Asylum Decisions Must Be Guided by the Law
At one time in my career as a foreign service officer I was assigned consular work approving or rejecting immigrant and nonimmigrant visa requests. I found that it is not easy to tell a visa applicant that he/she is not eligible for a visa. But I nevertheless did so when I concluded that is what the immigration law required. What was needed was objectivity.
This memory was evoked by a commentary published in the Washington Post on July 21 by an asylum officer.
An asylum officer screens foreigners applying to enter the United States like consular officers. The difference is that the criteria for an asylum decision ignores most of the criteria for exclusion of aliens in the immigration law and centers mainly on whether the alien has or will face persecution if sent back to (or in some cases not allowed to flee) the home country. It similarly is a tough job telling an aspiring asylum-seeker that he/she is not eligible. And, similarly, it requires objectivity.
So, it was unsettling to have this asylum officer profess “I became an asylum officer to help people. Now I put them back in harm’s way.” This officer has been in this job for 26 years – since the asylum corps was created, and he states he joined because “I thought that this could be a way to help people, while fighting for what I thought America should be: a beacon of freedom, offering refuge to those in need.”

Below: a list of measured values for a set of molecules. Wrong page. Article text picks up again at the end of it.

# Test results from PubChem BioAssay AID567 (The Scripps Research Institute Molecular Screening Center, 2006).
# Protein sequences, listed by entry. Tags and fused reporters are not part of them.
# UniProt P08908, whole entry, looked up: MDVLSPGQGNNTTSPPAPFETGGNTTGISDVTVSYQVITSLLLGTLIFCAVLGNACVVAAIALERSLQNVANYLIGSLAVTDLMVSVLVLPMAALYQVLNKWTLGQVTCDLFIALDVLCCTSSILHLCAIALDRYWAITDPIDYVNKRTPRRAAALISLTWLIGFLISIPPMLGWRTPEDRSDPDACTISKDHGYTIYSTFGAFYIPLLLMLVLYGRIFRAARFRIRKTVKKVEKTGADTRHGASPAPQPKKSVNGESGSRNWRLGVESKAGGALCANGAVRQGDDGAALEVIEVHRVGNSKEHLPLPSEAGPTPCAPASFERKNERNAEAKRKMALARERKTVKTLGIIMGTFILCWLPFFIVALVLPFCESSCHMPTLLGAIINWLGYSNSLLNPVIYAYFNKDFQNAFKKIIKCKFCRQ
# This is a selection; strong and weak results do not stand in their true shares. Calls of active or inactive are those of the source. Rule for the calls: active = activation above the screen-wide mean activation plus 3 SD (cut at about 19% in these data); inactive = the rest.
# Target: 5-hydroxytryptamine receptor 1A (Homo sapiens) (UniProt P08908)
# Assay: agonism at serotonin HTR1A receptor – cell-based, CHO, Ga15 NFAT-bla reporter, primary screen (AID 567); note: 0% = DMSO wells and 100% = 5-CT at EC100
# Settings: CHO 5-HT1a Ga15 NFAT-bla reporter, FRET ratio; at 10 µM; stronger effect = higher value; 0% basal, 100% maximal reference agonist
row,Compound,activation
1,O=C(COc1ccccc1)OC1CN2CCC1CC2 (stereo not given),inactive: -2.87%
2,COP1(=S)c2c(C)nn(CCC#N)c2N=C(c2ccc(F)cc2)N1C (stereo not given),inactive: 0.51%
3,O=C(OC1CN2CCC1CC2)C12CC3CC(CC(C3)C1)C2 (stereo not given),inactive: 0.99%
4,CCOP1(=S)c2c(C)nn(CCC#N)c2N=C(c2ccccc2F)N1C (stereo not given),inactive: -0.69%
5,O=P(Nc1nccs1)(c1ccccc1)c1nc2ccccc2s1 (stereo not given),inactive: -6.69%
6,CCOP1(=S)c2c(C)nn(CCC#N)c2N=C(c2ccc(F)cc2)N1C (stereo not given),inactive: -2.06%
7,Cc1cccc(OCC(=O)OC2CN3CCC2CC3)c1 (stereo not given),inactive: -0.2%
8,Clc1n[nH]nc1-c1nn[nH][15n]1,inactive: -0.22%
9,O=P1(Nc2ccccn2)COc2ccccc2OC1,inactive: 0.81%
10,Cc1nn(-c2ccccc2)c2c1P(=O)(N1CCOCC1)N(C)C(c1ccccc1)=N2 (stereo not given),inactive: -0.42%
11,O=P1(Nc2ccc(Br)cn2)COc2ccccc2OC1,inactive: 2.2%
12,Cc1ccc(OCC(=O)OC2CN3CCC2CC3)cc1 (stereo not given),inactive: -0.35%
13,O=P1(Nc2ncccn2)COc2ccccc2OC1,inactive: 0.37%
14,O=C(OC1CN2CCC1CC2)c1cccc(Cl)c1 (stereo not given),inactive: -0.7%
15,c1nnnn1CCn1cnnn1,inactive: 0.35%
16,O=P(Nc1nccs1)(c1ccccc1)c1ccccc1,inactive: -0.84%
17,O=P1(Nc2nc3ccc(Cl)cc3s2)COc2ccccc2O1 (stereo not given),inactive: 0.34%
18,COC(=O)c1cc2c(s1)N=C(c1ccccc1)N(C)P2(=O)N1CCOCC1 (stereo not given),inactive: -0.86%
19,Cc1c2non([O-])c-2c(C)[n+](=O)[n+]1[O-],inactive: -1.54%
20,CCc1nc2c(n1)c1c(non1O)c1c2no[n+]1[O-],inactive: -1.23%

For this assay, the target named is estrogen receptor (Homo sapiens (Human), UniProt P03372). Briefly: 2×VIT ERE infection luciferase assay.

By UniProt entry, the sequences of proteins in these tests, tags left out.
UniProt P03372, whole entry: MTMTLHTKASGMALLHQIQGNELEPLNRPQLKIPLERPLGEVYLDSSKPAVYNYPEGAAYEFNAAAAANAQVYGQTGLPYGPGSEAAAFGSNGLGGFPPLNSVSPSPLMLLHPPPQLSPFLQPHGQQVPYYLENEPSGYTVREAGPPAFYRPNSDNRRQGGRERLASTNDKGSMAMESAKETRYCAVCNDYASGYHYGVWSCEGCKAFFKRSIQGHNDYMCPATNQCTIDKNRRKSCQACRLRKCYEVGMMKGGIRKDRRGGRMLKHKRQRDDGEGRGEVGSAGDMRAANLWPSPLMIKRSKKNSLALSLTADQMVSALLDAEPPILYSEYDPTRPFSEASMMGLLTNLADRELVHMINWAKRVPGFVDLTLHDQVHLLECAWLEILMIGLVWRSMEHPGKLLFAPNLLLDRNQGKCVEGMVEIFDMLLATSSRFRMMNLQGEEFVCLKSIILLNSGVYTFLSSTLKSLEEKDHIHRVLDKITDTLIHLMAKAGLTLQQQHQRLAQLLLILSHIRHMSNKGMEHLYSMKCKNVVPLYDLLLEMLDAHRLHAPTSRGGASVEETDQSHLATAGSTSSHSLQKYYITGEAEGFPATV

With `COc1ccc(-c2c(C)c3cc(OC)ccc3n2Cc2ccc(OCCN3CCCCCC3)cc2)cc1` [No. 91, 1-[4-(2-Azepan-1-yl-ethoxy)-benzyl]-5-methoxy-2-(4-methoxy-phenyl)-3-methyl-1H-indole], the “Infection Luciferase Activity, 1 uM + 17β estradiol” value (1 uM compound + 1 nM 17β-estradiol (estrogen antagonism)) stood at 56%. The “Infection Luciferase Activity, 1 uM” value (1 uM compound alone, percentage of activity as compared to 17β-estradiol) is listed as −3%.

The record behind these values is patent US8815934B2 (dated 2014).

Those are noble sentiments, but they raise in question whether this individual has an objective view of his responsibility to screen out and send back home those aliens who do not meet the criteria of the law.
Data indicate that roughly 80 percent of visa applicants already in the U.S. who come before an immigration judge for a decision on their asylum claim are found ineligible.It is not clear how many of those aliens have been screened first by an asylum officer, but it suggests that the asylum officers are not an effective impediment to fraudulent asylum claims. It also suggests that the immigration judges, who also are required to make tough decisions affecting the aliens’ ability to gain legal residence in the United States, are better at objectively applying the law.